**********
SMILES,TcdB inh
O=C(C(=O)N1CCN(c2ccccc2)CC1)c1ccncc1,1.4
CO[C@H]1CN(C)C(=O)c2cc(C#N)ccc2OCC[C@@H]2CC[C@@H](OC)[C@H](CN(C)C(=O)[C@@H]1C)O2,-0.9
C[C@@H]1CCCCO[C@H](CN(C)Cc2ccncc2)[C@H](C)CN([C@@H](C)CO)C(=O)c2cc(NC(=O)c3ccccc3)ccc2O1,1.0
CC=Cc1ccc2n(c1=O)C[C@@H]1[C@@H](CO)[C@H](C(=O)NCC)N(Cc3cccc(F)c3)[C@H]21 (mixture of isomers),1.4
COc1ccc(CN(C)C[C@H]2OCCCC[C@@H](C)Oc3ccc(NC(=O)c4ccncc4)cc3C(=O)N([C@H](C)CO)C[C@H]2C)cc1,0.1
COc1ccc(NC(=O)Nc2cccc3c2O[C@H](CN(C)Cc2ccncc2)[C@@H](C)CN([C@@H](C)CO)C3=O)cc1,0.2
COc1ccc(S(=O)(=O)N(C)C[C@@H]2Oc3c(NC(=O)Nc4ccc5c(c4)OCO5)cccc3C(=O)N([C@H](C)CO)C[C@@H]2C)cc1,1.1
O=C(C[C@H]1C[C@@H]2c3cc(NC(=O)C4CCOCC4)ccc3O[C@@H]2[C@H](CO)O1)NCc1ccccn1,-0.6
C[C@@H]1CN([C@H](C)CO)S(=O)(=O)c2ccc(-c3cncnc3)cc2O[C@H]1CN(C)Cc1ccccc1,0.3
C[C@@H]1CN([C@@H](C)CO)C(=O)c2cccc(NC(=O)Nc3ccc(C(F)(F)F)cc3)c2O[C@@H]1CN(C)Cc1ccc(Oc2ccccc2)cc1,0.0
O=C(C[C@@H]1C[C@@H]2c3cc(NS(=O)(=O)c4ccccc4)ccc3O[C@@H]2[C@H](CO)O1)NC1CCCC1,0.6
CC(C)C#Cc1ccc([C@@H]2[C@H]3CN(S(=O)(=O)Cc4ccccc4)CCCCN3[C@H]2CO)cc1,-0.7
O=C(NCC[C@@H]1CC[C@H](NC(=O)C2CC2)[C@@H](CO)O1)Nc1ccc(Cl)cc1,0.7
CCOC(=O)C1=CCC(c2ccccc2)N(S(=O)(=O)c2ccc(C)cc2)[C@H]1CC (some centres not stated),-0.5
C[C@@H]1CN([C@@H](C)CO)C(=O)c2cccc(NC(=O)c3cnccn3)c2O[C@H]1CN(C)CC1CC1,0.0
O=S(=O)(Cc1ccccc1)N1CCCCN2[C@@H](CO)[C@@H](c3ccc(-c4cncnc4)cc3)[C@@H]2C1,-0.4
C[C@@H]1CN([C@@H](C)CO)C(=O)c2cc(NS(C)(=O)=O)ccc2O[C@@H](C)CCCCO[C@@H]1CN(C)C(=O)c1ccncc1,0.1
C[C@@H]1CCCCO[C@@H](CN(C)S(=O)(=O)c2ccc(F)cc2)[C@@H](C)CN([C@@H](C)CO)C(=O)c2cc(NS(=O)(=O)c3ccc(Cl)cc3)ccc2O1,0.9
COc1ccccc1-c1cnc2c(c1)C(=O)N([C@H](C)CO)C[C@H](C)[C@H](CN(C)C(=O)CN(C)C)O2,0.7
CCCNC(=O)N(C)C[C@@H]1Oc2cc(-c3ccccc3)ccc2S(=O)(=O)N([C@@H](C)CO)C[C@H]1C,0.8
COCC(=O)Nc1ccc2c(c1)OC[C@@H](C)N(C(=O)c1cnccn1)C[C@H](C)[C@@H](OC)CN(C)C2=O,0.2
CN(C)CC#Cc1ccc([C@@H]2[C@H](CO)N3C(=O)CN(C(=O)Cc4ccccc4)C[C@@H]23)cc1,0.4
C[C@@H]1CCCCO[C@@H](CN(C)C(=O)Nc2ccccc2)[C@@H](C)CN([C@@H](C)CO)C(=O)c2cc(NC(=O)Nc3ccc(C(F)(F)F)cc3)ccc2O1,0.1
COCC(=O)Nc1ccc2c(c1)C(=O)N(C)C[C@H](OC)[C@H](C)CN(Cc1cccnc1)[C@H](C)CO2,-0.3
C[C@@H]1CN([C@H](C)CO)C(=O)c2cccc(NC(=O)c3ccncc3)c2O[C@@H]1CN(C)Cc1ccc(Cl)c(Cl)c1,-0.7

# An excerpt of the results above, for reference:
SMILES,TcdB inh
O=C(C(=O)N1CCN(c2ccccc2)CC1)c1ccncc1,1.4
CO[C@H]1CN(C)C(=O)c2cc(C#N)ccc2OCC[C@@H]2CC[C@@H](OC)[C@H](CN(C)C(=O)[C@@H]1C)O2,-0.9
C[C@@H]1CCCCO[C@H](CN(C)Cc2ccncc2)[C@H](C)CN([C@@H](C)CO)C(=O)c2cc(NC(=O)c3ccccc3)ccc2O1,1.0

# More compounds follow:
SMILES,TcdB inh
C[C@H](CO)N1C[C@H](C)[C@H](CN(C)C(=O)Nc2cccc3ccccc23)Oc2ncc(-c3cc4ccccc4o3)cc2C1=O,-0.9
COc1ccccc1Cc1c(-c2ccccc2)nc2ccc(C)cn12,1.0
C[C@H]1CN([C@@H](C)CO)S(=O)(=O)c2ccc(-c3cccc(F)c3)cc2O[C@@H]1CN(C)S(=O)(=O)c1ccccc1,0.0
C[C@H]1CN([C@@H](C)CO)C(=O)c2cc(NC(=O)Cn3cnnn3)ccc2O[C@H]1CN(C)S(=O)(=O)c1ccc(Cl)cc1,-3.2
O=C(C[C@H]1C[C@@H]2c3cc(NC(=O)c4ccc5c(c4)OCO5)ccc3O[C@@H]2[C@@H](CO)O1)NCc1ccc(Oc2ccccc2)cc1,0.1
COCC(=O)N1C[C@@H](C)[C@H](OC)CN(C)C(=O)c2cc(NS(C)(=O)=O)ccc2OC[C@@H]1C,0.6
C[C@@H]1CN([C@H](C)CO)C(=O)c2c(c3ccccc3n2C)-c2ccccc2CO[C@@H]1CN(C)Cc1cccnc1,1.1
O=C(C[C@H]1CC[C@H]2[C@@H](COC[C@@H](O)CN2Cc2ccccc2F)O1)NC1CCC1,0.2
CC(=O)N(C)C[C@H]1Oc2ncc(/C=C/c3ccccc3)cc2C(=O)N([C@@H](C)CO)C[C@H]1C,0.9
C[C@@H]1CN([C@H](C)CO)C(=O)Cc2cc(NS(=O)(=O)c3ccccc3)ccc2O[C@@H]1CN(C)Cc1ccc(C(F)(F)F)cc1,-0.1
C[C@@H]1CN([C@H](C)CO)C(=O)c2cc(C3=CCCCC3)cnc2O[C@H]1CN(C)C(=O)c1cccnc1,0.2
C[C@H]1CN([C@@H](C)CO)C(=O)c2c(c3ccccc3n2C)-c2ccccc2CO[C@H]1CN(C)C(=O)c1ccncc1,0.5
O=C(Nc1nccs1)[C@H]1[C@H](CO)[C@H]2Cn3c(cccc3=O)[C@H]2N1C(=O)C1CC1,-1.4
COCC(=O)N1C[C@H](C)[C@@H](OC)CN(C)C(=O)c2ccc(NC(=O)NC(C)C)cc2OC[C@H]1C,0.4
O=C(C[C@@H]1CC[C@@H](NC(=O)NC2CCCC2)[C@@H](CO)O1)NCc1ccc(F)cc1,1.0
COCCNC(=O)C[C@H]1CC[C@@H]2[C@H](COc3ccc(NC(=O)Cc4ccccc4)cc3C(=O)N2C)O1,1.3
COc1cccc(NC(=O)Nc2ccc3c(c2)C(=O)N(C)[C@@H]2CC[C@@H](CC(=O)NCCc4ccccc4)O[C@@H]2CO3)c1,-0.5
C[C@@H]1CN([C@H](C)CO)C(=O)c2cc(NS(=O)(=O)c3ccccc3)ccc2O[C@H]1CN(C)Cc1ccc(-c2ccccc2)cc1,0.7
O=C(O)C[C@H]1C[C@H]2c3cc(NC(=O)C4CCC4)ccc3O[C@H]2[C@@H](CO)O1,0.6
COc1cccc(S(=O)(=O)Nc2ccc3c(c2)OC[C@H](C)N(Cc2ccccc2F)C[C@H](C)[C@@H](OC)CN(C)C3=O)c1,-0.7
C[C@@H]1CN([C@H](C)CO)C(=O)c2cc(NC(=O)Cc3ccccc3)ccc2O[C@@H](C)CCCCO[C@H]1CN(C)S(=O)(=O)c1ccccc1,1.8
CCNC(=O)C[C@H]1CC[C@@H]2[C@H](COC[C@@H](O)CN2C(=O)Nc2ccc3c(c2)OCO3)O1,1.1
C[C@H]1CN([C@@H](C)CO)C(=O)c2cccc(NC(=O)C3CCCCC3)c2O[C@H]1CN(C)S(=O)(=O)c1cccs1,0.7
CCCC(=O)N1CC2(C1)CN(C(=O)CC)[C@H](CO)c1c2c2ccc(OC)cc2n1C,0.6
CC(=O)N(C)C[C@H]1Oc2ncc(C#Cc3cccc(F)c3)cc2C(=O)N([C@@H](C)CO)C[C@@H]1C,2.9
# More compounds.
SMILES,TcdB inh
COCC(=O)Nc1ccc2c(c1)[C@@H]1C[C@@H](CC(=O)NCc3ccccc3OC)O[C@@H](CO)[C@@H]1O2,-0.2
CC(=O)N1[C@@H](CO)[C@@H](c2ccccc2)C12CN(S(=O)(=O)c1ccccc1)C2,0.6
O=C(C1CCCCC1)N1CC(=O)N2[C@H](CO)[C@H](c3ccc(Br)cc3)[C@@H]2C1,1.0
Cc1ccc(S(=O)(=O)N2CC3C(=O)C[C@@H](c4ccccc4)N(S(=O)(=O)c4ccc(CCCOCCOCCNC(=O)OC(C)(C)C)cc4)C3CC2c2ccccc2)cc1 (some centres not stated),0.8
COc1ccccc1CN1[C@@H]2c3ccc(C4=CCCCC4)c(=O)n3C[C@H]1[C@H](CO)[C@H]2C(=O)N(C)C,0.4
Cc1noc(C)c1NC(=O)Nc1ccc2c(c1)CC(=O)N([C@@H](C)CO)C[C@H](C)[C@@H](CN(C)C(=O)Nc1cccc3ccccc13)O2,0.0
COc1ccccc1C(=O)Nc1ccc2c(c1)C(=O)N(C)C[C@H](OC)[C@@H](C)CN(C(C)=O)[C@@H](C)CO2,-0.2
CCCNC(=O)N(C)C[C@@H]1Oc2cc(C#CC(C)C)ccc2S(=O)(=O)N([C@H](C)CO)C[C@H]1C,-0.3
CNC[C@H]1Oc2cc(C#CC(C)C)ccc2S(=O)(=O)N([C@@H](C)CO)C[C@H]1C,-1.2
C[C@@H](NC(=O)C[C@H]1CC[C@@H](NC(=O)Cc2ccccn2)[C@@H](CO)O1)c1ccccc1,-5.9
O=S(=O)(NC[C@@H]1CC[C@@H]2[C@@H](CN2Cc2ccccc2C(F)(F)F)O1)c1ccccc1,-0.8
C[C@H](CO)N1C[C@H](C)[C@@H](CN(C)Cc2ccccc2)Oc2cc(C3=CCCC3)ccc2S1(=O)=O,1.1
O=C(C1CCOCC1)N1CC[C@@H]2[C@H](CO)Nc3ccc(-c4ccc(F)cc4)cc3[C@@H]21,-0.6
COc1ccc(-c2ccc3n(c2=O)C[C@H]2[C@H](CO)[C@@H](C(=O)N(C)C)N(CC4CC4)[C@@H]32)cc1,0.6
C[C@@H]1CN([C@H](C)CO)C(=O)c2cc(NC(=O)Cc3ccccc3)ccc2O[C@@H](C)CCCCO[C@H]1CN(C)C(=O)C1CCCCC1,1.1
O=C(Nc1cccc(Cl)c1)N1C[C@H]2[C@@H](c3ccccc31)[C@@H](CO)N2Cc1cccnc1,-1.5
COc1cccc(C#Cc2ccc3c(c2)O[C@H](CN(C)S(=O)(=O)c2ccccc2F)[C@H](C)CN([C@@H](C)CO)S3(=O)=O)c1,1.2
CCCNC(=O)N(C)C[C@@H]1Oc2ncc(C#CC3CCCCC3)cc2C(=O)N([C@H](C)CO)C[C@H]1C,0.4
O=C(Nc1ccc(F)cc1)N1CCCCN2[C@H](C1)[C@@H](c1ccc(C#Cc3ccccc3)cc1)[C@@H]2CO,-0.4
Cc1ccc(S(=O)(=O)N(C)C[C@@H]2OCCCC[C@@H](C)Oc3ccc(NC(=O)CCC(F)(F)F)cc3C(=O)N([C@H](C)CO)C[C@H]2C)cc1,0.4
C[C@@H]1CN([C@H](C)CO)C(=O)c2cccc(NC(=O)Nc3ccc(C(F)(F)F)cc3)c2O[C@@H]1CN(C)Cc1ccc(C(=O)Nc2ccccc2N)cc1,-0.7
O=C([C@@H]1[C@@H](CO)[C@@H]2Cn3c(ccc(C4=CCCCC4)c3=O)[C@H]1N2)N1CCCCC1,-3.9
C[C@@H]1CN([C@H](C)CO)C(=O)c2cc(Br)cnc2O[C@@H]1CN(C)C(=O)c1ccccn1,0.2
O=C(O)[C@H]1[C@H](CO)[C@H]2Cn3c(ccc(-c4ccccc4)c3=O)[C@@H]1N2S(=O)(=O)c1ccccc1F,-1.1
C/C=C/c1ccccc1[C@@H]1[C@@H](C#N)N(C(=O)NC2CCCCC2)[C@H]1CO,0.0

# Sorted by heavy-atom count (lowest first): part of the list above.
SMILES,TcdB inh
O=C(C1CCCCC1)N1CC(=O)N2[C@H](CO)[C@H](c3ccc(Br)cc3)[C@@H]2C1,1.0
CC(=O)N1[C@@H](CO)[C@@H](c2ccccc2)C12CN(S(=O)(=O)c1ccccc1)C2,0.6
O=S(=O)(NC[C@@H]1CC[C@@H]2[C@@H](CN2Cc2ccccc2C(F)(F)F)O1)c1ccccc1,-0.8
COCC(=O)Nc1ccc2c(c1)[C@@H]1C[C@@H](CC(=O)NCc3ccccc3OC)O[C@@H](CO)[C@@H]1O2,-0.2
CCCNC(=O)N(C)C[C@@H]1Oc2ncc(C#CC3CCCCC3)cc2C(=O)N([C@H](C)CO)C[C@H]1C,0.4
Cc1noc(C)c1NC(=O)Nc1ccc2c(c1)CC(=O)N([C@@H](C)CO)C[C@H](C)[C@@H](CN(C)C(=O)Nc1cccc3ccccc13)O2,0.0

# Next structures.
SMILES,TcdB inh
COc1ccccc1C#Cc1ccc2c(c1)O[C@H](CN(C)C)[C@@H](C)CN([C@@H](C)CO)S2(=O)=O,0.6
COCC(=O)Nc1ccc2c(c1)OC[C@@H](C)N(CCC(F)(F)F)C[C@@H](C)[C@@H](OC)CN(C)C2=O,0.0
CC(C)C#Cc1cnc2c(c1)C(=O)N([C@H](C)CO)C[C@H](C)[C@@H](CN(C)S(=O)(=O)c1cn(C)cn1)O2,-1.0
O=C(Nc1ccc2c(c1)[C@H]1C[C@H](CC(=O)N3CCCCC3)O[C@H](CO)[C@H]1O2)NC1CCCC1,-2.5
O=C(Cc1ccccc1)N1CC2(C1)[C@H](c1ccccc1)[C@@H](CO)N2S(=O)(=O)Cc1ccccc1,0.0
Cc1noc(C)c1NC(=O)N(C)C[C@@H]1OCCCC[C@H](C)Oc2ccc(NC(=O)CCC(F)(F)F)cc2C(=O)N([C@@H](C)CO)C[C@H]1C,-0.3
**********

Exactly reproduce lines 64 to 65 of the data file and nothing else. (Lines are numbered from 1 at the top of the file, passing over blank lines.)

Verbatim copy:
Cc1ccc(S(=O)(=O)N2CC3C(=O)C[C@@H](c4ccccc4)N(S(=O)(=O)c4ccc(CCCOCCOCCNC(=O)OC(C)(C)C)cc4)C3CC2c2ccccc2)cc1 (some centres not stated),0.8
COc1ccccc1CN1[C@@H]2c3ccc(C4=CCCCC4)c(=O)n3C[C@H]1[C@H](CO)[C@H]2C(=O)N(C)C,0.4